While we have described our preferred embodiments of our inventions, it will be understood that those skilled in the art, both now and in the future, may make various improvements and enhancements which fall within the scope of the claims which follow. These claims should be construed to maintain the proper protection for the inventions first disclosed.
|Cited Patent||Filing date||Publication date||Applicant||Title|
|US4274139 *||16 Apr 1979||16 Jun 1981||International Business Machines Corporation||Digital telecommunication network having improved data processing systems|
|US4774655 *||24 Oct 1984||27 Sep 1988||Telebase Systems, Inc.||System for retrieving information from a plurality of remote databases having at least two different languages|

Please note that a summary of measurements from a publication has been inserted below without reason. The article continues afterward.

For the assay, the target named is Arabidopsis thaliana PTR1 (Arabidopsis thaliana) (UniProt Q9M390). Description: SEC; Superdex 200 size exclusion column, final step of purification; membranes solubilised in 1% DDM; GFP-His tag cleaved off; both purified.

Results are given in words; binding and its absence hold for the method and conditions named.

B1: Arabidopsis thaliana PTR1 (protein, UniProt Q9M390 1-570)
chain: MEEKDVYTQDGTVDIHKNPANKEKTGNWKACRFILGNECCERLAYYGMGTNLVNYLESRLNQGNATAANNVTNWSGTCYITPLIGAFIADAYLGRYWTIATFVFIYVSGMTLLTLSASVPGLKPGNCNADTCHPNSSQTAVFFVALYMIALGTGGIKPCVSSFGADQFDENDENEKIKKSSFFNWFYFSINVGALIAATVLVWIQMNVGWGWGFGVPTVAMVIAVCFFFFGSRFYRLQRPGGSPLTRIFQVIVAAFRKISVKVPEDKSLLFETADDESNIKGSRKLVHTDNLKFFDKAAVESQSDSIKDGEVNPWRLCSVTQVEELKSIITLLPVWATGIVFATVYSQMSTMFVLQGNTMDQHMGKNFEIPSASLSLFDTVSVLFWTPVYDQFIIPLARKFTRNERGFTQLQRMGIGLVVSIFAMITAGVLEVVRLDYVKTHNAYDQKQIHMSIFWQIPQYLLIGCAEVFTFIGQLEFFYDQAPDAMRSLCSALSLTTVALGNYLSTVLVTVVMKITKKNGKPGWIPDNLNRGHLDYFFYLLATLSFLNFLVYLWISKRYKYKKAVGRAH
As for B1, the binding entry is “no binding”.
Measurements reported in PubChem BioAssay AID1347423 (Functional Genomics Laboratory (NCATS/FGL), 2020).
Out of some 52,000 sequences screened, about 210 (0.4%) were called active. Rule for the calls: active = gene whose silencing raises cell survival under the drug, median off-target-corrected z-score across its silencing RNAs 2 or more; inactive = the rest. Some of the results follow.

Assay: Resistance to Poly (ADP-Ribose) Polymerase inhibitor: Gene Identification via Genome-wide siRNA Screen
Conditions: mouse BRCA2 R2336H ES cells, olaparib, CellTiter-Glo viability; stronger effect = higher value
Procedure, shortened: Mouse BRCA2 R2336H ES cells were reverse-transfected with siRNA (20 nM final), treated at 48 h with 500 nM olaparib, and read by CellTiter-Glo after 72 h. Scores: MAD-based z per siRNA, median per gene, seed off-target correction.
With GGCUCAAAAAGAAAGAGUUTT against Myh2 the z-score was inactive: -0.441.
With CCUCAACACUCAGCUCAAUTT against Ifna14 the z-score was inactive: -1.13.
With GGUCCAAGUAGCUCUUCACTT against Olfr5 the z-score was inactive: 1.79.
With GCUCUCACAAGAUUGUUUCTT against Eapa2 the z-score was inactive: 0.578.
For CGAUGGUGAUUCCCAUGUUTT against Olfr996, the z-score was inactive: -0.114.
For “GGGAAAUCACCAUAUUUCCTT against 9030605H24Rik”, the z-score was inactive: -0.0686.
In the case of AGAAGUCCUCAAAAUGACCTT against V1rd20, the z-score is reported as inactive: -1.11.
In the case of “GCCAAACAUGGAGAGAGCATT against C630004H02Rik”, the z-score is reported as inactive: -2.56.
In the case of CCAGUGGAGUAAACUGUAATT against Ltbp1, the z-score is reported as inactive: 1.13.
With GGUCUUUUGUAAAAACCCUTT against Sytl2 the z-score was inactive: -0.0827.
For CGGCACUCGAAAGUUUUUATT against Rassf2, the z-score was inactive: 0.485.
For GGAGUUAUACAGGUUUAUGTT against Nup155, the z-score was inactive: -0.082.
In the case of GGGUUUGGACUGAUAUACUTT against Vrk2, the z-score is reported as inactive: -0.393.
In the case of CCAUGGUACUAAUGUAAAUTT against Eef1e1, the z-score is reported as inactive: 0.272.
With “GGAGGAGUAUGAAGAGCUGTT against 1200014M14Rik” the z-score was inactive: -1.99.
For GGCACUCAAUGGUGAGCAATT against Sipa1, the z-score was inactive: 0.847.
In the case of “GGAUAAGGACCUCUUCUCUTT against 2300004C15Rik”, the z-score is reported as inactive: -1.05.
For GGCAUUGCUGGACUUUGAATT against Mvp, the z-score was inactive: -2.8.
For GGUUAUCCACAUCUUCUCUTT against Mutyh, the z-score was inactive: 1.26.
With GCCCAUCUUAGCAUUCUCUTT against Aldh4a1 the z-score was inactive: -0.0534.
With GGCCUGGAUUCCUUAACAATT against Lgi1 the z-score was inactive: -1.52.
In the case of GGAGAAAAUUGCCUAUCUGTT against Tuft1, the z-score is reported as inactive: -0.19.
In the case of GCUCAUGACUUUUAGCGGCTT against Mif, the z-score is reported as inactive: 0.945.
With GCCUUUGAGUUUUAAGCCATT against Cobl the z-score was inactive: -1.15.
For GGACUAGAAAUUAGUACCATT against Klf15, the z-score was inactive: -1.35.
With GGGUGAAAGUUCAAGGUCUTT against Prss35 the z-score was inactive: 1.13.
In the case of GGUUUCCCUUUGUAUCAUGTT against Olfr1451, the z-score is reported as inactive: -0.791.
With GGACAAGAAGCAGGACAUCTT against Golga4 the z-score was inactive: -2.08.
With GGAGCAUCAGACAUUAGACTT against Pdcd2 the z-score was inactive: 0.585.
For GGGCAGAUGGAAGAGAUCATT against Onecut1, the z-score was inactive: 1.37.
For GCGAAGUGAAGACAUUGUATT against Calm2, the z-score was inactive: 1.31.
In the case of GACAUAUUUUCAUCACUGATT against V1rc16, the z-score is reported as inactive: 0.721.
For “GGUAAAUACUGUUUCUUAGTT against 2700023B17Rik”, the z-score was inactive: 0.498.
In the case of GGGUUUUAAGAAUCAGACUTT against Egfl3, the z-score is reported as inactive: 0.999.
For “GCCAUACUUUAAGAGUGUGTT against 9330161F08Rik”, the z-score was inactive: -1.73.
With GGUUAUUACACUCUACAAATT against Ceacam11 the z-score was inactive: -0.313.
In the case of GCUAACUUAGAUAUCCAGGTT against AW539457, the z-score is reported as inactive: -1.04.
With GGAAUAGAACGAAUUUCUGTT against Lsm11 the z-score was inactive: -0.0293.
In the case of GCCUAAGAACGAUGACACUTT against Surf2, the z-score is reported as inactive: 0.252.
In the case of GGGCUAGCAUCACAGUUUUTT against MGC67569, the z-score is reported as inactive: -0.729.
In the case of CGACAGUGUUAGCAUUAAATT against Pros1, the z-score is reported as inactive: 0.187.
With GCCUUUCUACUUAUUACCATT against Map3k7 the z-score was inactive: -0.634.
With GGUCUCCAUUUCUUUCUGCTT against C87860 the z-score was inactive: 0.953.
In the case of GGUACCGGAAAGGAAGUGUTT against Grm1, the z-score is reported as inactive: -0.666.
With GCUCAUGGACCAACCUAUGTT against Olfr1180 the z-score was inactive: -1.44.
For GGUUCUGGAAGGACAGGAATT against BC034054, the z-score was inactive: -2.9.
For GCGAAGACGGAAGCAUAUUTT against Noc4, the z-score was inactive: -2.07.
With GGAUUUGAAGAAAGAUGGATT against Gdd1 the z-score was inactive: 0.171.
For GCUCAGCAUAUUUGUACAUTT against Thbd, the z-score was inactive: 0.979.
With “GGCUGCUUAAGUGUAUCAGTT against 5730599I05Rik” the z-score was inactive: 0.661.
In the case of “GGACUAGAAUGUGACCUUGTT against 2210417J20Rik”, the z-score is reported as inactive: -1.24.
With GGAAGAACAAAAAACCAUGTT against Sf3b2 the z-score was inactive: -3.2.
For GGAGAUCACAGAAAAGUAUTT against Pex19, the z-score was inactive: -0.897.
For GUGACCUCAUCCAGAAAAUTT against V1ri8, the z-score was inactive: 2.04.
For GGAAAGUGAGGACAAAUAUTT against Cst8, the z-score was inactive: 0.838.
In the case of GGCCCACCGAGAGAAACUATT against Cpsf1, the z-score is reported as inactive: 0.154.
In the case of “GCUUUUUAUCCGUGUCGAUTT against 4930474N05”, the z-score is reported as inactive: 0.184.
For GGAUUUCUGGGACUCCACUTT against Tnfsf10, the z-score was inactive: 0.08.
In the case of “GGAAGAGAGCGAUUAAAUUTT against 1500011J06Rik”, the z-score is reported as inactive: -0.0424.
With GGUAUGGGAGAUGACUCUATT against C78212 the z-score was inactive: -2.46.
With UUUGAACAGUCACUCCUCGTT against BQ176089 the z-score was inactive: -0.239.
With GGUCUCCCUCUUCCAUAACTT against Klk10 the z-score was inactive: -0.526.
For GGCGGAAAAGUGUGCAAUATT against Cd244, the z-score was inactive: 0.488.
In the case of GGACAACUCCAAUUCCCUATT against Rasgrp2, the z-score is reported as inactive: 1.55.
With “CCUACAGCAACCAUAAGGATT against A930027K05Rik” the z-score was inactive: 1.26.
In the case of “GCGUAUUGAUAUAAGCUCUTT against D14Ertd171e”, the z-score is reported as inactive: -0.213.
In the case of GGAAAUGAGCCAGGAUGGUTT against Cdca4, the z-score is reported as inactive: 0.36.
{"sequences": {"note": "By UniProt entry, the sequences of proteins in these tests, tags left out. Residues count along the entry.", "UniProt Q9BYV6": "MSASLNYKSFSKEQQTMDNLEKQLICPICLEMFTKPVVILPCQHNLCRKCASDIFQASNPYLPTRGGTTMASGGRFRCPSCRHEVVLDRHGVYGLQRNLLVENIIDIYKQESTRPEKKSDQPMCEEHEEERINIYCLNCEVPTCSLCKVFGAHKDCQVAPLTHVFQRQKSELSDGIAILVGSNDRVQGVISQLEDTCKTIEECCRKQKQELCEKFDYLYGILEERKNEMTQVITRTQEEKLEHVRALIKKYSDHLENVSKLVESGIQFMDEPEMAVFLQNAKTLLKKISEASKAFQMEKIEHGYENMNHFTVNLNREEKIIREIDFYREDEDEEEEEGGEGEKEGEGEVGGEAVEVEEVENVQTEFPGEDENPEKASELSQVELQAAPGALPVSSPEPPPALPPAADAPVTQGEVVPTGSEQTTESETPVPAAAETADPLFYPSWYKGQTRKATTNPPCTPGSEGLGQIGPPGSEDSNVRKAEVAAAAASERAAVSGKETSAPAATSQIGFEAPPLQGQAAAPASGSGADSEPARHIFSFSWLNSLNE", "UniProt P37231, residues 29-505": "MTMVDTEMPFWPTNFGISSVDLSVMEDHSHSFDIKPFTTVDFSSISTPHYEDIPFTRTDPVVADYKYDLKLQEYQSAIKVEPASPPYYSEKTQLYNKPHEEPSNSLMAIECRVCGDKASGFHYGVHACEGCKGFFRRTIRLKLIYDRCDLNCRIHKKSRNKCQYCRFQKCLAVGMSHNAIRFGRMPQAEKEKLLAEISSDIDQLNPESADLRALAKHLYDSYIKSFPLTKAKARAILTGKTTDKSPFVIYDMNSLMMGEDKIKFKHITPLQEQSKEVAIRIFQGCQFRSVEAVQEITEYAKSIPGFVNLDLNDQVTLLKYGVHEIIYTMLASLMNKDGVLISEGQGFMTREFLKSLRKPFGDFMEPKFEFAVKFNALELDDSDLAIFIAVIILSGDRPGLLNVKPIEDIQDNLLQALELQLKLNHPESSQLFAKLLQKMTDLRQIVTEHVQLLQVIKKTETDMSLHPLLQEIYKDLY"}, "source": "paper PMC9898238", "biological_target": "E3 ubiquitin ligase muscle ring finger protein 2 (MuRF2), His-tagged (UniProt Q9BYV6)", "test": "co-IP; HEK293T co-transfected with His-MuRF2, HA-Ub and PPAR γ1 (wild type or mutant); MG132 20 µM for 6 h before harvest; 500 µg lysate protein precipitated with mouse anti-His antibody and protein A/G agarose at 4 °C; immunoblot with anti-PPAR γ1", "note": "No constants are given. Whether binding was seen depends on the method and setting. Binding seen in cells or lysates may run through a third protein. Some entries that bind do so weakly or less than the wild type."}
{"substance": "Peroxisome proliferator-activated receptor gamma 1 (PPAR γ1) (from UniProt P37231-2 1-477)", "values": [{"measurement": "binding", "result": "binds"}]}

|US4982344 *||18 May 1988||1 Jan 1991||Xerox Corporation||Accelerating link creation|
|US5204947 *||31 Oct 1990||20 Apr 1993||International Business Machines Corporation||Application independent (open) hypermedia enablement services|
|US5297249 *||31 Oct 1990||22 Mar 1994||International Business Machines Corporation||Hypermedia link marker abstract and search services|
|US5317688 *||26 Feb 1993||31 May 1994||Hewlett-Packard Company||Software agent used to provide instruction to a user for a plurality of computer applications|
|US5355472 *||19 Nov 1990||11 Oct 1994||International Business Machines Corporation||System for substituting tags for non-editable data sets in hypertext documents and updating web files containing links between data sets corresponding to changes made to the tags|